> It all went downhill when someone invented the phrase "White in appearance".....

Sounds like something O.G.Jones said in about 1896 when considering the first winter ascent of Napes Needle. I don't think that much has fundamentally changed if you go back far enough, but as with most things, winter climbing is subject to fashions.
Robert Durran - on 15 Jan 2013
In reply to Chris Harris:
> (In reply to Chris Craggs)
> It all went downhill when someone invented the phrase "White in appearance".....

Yes, things have become rather anal recently. People used to just go out and climb whatever they found. Nowadays they get shot down by the "white in appearance" police on the interenet.

Ramblin dave - on 15 Jan 2013
In reply to Only a hill:
> (In reply to Chris Craggs)
> I find it interesting that back in the 1890s climbing classic rock routes in snowed up conditions was considered just as much a part of winter climbing as it is nowadays. What goes around comes around...

Although presumably the gear and technique was a bit different back then? Or were people pulling fig-fours on torqued alpenstocks left right and centre?
Chateauneuf du Boeuf - on 15 Jan 2013
In reply to Chris Craggs: Troll.
Only a hill - on 15 Jan 2013
In reply to Ramblin dave:
You might be surprised--NE Buttress on the Ben was first climbed in winter in the mid 1890s, and is a Grade IV. Not sure what grade Napes Needle gets in winter but must be higher. I've certainly come across accounts of 'combined tactics' that can be compared with some modern mixed techniques (although you're quite right, gear was very different!)
sheep - on 15 Jan 2013
In reply to Only a hill:

Not sure what grade Napes Needle gets in winter but must be higher.

Same grade as it gets in summer, tho your fingers may get a bit colder.
ads.ukclimbing.com
In reply to Chris Craggs:
In the 1970`s, it was not considered to be "winter climbing" until everything was frozen up.
One or two of us did early ascents of mixed type routes in the Lakes during this time . These where also dismissed as " not proper winter climbing".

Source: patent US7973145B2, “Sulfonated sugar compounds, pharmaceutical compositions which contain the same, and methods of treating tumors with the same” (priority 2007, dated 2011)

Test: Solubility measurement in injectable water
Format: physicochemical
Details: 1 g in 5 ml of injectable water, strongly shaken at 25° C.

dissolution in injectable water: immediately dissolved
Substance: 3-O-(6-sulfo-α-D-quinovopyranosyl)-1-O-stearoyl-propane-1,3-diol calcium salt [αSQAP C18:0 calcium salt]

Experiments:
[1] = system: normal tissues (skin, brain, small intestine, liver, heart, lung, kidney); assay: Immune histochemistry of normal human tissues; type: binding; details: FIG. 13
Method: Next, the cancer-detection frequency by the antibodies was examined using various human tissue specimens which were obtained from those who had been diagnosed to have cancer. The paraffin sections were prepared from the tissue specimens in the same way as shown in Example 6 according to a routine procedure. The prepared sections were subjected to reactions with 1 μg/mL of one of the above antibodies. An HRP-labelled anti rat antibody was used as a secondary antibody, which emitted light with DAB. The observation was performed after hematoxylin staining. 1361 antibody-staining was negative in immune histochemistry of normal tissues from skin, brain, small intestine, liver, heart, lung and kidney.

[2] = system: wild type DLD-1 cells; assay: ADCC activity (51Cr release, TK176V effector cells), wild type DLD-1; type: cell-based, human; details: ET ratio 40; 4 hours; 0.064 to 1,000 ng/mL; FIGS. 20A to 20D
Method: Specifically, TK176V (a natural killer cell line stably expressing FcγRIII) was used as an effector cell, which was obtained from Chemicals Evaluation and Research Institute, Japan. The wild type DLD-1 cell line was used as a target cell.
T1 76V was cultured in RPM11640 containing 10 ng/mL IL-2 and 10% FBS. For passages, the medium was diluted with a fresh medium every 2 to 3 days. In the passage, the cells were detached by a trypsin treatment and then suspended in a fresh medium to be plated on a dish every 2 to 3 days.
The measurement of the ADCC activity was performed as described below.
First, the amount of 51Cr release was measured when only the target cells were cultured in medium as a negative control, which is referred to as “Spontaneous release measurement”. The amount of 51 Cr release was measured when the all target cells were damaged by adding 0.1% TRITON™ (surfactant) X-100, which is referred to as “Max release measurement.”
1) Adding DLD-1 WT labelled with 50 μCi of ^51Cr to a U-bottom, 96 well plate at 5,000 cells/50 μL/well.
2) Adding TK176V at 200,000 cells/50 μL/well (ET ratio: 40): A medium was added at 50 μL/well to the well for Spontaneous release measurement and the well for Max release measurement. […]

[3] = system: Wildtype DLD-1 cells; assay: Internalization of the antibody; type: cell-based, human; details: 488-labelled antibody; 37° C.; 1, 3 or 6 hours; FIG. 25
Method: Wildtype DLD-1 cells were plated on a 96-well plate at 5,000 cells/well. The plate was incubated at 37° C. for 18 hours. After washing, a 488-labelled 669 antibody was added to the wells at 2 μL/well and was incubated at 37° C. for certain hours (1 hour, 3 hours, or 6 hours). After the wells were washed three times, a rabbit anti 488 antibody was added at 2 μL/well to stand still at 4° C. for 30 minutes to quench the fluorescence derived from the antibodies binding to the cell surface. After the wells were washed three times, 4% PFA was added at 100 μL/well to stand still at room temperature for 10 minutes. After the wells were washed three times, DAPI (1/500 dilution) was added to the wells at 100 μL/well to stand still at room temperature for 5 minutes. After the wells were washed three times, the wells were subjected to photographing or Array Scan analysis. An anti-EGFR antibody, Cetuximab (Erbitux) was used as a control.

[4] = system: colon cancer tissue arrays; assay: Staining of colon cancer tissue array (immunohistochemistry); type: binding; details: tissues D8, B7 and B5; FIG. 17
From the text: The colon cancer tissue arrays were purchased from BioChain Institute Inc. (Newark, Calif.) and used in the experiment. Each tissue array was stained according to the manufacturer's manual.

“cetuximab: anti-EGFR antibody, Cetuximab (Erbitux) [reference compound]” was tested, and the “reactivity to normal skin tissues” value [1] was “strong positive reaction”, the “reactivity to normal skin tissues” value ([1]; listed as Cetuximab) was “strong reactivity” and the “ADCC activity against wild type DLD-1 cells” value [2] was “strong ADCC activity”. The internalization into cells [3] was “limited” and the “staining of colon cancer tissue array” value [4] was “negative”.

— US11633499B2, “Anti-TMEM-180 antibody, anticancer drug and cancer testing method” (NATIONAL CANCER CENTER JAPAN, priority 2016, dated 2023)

We took the view ( may not have been original) that if a climb was easier to do with axes and crampons than without,it was a true winter ascent.
Robert Durran - on 15 Jan 2013
In reply to Last Thursday:
> (In reply to Chris Craggs)
> In the 1970`s, it was not considered to be "winter climbing" until everything was frozen up.
> We took the view ( may not have been original) that if a climb was easier to do with axes and crampons than without, it was a true winter ascent.

These two conditions are not consistent.

alan moore - on 15 Jan 2013
In reply to Chris Craggs:
I spent a few winters dry-tooling with the masses in the Northern Corries and Whatnot. You needed crampons for the approach and descent but I swear the well snow-ploughed classics like Pygmy, Fingers and the Seam could have been done in rock boots (and been 3 grades easier for it).
Odd. Yes
Rubbish as well.
I spend my winters on UKC now.
LakesWinter on 15 Jan 2013
In reply to Chris Craggs: That's an ice route, not a mixed route. Mixed routes are as old as rock climbing like Alex said above. Indeed Britain led the way worldwide in the development of technical mixed routes such as Oblique Chimney on Gable in the 1890s and Bowfell Buttress in the 1930s.
Fergal - on 15 Jan 2013
In reply to alan moore:

< high five scooby dive >
Like it, you would still fit right in, love the irony in your post!

Call me old fashioned, but i always thought unless, you were forging ahead ploughing your own furrow it was cheating, elitist perhaps, but who really wants to follow in someones wake, where is the challenge, pristine unsullied territory for the win, those spurs are earned.

For some strange reason it always seemed proper nick, when the route was plastered, this now seems perverse, hours spent hoovering up mixed lines, aesthetic and beautifull but hard work.

I spend my winters in B&Q now, pining for the fjords.

Matt Rees - on 15 Jan 2013
In reply to Andrew Clarke:

You are Slartibartfast and I claim my five pounds.
In reply to Robert Durran:
Poor English sorry. The general view by most was that a full freeze was required before anything was "in".
A group of us took the view that if it was easier to climb with an axe and crampons than without , then it was a " winter climb"
In reply to Chris Craggs: Here's a good one for discussion, according to this bloghttp://mountainzblog.blogspot.co.uk/2013/01/breaking-trail-on-curved-ridge.html Agag's Groove got an ascent yesterday. Big pic http://3.bp.blogspot.com/-FII1ZR78rk8/UPXKe5JrnHI/AAAAAAAAAnU/TAYNity8vZQ/s1600/P1152988.JPG Everything else looks very white and snowy but the Rannoch Wall seems to steep to hold much and no hoar frost.
xplorer on 16 Jan 2013
In reply to Chris Craggs:

Strange post this one!


This topic has been archived, and won't accept reply postings.